An Address Verification Service or AVS check is a fraud prevention tool used by credit card processors, issuing banks and ecommerce businesses to detect suspicious credit card transactions. It is one of the most common fraud prevention tools for online transactions and a crucial part of the credit card authentication process.
The AVS check works by verifying the billing address entered by the customer during an online transaction is the same as that registered with the cardholder’s credit card account.
AVS checks are only currently available in the UK, Canada and the United States.
Issues with the Address Verification Service AVS check
The only major issue that can arise with an AVS check is when there is a genuine reason for a difference between the billing address provided by the customer and the address on record at the card issuer. Legitimate reasons for this difference could be a recent house move by the cardholder where the records haven’t yet been updated, or just a genuine error when the address was first registered. This issue, though relatively rare, can sometimes cause a merchant to reject a perfectly legitimate transaction.
Ecommerce businesses should also never rely solely on AVS checks to prevent fraud, but instead use them as part of a broader fraud prevention strategy. Merchants should always use the AVS check in conjunction with other fraud detection mechanisms such as the commonly used CVV.
There are also even more secure fraud detection mechanisms nowadays that can be used along with the AVS check and CVV, such as biometric analysis, IP address verification, 3D Secure and device authentication.
Common AVS check codes
When the AVS check is complete it will return a result via a code number which will indicate if the check successfully matched the addresses or only partially matched the addresses. There are also other codes as described below.
Full match AVS codes
Depending on the credit card being used, a single letter code such as X or Y will usually indicate a full match of the cardholder name, street address and postcode. This code means everything is legitimate and the merchant can be confident of completing the transaction.
Partial match AVS codes
This is where it gets tricky. Many customers may enter the correct address but in a slightly different format, or get a digit in the postcode wrong. This can happen a lot so merchants have to use their judgement when receiving a partial match code from the AVS check.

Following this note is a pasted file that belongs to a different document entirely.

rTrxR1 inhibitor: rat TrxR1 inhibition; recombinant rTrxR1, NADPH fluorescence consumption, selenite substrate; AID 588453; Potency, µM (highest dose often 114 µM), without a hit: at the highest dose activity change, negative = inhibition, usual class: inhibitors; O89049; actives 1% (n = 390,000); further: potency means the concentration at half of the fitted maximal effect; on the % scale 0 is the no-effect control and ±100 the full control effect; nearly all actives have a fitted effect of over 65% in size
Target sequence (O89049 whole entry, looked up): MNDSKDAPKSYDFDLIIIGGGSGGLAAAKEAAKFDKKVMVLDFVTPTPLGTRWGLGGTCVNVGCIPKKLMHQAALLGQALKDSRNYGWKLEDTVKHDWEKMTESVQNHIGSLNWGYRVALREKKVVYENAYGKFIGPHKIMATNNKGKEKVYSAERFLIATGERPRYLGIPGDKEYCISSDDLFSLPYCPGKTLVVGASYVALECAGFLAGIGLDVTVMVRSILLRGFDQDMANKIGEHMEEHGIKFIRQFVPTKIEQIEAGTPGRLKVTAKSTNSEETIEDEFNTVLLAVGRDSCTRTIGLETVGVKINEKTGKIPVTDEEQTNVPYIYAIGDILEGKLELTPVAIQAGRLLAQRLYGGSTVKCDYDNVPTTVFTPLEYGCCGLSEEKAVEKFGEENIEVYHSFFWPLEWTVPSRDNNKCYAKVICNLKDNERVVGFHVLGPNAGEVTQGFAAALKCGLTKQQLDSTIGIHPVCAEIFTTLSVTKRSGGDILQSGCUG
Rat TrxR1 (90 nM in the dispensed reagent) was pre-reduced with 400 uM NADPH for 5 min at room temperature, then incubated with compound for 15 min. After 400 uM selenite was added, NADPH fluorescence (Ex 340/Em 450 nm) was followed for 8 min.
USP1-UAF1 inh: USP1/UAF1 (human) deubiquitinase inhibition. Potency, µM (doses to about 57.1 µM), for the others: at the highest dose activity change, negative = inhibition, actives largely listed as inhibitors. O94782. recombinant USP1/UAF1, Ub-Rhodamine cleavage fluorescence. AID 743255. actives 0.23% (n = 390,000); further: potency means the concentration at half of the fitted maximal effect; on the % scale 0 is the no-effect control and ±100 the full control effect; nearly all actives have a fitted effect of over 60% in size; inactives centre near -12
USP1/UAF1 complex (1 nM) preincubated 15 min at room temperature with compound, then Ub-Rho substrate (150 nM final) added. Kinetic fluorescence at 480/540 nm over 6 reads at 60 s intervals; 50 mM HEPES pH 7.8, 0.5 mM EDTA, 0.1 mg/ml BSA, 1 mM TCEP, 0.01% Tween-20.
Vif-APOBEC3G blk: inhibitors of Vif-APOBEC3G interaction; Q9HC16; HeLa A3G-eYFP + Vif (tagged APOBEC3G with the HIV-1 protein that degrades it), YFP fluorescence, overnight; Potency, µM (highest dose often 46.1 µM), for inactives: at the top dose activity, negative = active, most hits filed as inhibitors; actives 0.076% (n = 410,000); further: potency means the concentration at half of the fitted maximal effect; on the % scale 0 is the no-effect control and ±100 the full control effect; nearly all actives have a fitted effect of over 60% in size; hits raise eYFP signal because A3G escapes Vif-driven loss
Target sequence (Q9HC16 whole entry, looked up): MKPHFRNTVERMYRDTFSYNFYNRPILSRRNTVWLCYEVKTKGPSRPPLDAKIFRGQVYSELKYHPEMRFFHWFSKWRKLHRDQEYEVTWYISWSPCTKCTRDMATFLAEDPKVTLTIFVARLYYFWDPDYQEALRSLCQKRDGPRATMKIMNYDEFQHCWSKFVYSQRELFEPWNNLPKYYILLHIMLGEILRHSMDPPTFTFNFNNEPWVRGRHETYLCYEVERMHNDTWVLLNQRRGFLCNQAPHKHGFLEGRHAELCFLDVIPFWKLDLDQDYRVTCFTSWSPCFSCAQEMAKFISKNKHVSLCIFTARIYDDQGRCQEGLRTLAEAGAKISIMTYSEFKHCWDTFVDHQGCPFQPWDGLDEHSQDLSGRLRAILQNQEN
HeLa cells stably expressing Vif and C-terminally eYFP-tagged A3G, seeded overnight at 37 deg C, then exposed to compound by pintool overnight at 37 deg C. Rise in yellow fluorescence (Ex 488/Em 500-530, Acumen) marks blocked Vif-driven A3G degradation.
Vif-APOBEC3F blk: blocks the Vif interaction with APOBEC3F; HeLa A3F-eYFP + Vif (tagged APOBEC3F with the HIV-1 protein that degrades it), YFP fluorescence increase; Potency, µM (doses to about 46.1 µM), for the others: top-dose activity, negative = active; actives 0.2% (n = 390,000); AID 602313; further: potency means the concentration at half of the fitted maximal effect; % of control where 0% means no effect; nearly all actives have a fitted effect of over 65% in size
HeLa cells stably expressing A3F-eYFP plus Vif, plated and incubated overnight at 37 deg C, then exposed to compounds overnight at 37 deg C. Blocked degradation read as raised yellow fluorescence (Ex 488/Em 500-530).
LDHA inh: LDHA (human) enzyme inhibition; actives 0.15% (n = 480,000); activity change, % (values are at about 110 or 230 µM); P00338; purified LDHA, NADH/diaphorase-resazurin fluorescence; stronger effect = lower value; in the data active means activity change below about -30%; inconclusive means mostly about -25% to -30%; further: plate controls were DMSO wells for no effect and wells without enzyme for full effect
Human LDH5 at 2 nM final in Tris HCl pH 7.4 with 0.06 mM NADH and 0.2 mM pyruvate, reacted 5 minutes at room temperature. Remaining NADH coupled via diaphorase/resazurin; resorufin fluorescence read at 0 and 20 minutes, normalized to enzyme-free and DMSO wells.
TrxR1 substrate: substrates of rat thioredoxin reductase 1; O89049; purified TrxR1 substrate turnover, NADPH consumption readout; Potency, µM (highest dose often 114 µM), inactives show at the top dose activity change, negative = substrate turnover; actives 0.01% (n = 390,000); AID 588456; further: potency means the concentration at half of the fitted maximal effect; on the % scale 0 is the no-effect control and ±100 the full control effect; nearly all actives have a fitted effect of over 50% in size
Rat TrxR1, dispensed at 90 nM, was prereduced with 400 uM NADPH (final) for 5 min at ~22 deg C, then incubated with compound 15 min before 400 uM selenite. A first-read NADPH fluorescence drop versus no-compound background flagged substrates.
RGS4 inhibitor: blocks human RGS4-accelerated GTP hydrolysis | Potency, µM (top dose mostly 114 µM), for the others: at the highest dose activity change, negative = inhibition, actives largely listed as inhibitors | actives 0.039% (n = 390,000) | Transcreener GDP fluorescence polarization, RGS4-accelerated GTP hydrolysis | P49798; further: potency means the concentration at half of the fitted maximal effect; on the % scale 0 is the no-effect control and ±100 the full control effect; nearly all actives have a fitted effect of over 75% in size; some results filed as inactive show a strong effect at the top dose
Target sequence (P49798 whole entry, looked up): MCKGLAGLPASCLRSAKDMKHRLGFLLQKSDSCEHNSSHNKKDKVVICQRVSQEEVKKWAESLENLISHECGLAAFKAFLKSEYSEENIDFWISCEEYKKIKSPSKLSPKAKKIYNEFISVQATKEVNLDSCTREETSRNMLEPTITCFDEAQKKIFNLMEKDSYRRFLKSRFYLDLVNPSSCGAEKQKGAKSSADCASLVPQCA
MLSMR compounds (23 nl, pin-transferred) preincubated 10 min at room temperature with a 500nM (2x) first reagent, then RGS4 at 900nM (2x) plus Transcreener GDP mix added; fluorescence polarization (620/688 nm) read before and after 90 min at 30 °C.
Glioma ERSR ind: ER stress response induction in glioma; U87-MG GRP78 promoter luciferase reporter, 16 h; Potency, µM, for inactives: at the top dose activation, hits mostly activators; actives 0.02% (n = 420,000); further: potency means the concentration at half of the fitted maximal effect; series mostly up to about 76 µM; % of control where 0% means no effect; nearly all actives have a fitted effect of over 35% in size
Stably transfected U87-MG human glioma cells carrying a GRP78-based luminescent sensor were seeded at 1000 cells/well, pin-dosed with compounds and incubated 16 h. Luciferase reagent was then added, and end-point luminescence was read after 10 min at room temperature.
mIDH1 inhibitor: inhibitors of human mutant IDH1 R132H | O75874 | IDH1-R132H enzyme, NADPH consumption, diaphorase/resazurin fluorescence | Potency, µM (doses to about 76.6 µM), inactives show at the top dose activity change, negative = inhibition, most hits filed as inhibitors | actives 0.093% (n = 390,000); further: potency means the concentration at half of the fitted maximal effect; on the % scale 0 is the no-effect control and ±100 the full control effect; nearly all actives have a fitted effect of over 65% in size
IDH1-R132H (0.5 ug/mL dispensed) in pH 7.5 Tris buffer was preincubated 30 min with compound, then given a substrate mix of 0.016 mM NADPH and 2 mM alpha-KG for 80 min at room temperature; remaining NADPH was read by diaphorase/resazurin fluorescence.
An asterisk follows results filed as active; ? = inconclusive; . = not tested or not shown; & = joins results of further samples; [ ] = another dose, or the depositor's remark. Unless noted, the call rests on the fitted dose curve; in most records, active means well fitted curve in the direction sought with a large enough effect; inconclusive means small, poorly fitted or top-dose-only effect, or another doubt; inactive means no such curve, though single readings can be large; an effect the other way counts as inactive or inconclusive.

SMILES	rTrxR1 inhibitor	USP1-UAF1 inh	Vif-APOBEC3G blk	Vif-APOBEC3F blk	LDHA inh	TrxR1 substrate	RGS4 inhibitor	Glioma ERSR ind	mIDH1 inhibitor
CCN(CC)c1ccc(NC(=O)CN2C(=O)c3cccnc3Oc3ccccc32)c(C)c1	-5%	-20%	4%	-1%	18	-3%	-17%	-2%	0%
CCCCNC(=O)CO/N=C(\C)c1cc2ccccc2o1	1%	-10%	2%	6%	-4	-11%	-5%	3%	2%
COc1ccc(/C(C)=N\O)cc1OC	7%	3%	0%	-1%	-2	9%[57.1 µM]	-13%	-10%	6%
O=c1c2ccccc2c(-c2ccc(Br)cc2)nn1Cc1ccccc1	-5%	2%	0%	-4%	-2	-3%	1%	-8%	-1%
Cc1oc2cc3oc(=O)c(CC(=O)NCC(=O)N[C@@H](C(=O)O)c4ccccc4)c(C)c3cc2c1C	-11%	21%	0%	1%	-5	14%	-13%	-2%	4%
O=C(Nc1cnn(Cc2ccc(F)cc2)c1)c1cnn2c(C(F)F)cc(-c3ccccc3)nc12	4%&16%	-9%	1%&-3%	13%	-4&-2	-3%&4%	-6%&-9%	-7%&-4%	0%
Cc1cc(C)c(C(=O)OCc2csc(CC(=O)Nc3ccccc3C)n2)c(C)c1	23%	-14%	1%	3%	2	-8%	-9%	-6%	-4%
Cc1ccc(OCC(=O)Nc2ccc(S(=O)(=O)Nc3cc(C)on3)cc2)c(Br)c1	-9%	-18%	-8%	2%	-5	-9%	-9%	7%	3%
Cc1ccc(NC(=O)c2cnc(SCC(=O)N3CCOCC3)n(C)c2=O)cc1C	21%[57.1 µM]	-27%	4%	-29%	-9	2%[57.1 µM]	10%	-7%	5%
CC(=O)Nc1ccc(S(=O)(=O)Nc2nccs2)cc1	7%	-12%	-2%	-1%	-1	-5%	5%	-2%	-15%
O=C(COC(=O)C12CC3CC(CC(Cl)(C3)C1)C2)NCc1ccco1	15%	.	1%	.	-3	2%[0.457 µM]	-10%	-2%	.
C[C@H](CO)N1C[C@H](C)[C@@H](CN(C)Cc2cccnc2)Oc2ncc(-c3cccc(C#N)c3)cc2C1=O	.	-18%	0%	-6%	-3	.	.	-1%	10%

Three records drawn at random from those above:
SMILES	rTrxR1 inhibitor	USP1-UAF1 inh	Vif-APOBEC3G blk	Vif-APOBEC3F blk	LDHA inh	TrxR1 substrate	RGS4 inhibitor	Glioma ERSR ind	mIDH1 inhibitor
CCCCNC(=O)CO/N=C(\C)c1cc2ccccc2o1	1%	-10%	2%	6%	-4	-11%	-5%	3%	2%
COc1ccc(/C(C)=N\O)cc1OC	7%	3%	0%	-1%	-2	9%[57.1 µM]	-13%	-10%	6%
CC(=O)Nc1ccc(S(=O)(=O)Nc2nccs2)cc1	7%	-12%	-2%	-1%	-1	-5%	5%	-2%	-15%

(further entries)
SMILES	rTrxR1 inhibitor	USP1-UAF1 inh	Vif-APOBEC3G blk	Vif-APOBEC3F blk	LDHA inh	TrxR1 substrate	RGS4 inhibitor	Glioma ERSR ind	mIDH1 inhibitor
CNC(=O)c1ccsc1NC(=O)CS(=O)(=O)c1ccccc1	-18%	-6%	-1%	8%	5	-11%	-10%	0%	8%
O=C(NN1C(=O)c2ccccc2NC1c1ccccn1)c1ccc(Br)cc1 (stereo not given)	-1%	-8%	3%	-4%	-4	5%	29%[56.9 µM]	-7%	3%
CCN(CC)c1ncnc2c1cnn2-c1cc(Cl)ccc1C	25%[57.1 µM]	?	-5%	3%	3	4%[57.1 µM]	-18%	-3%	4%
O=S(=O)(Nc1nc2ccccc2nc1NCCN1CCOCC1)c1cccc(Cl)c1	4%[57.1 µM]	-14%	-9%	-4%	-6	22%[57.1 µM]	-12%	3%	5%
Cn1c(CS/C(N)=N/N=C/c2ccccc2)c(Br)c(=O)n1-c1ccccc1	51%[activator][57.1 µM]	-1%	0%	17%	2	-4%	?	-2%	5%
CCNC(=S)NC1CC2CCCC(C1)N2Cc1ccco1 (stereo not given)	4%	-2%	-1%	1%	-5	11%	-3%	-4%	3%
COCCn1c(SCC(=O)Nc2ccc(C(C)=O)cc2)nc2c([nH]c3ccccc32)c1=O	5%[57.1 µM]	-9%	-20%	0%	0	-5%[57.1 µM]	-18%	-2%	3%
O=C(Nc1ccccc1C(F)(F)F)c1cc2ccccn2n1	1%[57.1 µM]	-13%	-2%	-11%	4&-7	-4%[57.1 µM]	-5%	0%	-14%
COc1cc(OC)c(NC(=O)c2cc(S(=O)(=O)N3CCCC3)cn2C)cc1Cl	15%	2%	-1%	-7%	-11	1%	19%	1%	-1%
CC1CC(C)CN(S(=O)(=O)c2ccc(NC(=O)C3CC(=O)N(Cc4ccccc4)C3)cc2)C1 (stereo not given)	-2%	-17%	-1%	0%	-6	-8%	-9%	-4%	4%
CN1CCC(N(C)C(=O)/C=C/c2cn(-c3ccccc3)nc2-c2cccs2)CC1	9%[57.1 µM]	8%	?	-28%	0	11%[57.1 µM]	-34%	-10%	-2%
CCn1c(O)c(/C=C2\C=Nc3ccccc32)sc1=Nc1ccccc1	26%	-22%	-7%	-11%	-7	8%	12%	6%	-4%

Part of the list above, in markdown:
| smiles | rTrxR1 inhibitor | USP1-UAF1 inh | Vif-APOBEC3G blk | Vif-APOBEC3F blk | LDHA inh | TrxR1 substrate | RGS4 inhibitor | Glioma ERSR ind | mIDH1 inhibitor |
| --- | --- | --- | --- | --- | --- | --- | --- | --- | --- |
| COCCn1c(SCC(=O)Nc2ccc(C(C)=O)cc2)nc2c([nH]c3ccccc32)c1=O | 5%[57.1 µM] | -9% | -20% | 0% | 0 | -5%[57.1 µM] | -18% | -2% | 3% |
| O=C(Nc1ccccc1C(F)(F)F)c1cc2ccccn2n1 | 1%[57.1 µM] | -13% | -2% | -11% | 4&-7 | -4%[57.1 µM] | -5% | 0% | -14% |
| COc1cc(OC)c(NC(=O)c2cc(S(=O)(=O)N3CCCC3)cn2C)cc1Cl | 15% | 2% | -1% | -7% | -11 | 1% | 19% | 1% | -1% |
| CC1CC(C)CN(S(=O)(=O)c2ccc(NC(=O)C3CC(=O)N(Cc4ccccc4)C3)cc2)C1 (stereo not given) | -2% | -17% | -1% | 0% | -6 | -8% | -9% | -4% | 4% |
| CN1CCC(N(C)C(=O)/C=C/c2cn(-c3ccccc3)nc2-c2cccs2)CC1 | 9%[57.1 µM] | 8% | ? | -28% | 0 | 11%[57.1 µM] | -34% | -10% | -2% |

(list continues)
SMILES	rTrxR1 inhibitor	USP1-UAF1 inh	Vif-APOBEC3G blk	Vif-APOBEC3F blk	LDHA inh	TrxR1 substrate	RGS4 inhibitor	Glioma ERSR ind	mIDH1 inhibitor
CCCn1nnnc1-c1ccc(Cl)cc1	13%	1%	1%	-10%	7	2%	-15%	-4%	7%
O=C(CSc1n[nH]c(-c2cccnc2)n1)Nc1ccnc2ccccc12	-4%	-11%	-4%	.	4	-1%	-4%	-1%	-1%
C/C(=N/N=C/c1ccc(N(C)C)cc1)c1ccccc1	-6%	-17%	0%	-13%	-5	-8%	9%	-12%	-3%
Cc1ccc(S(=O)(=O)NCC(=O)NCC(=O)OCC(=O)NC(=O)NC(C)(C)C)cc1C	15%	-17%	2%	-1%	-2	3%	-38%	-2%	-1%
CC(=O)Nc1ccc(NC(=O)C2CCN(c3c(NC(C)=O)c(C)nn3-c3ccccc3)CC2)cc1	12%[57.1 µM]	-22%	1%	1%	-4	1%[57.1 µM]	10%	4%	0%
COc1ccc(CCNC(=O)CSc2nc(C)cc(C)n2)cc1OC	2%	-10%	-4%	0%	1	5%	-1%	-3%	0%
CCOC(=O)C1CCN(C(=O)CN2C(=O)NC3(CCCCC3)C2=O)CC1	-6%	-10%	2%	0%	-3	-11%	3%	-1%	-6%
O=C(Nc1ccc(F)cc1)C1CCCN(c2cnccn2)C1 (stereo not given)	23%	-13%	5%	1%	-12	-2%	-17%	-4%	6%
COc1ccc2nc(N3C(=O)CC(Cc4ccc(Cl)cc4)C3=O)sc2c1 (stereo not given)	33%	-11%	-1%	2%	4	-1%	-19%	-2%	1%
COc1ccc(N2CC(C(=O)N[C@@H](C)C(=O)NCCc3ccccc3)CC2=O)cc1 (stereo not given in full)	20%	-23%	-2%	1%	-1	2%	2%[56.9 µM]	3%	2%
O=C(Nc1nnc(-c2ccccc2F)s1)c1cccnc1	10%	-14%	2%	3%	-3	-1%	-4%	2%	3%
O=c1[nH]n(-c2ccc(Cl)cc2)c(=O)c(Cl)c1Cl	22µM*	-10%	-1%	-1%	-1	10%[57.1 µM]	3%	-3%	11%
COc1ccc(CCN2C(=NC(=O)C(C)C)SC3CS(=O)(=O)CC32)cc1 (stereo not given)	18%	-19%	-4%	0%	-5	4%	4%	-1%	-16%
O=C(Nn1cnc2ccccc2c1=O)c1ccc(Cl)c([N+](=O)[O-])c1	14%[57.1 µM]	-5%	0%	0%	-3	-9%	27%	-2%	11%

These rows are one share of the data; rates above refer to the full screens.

Such partial match AVS codes include W used by Mastercard, which indicates that the postcode matches but the street address does not. Visa use the P code to indicate that the postcode matches, but the street address does not due to being entered in an incorrect format. American Express use AE2 to indicate that the cardholder’s name is incorrect even though the street address and postcode are correct.
There are numerous reasons why a genuine customer might enter the address details incorrectly, so partial matches are often legitimate transactions, but each merchant must make a decision based on the likelihood of credit card fraud being the reason for the transaction.
No match AVS codes
All three of Visa, Mastercard and American Express use N to indicate there is no match between the street address and postcode. This should result in the transaction being either cancelled or delayed until the address can be verified via an alternative means.
Other AVS codes
All three major credit card issuers also use R as the code to indicate when the Address Verification Service is unavailable. They also use U to indicate when the address could not be verified due to lack of issuer support or because of a system malfunction.
We can help
If you’re interested in finding out more about an Address Verification Service API, or any other aspect of your business finances, then get in touch with our financial experts at GoCardless. Find out how GoCardless can help you with ad hoc payments or recurring payments.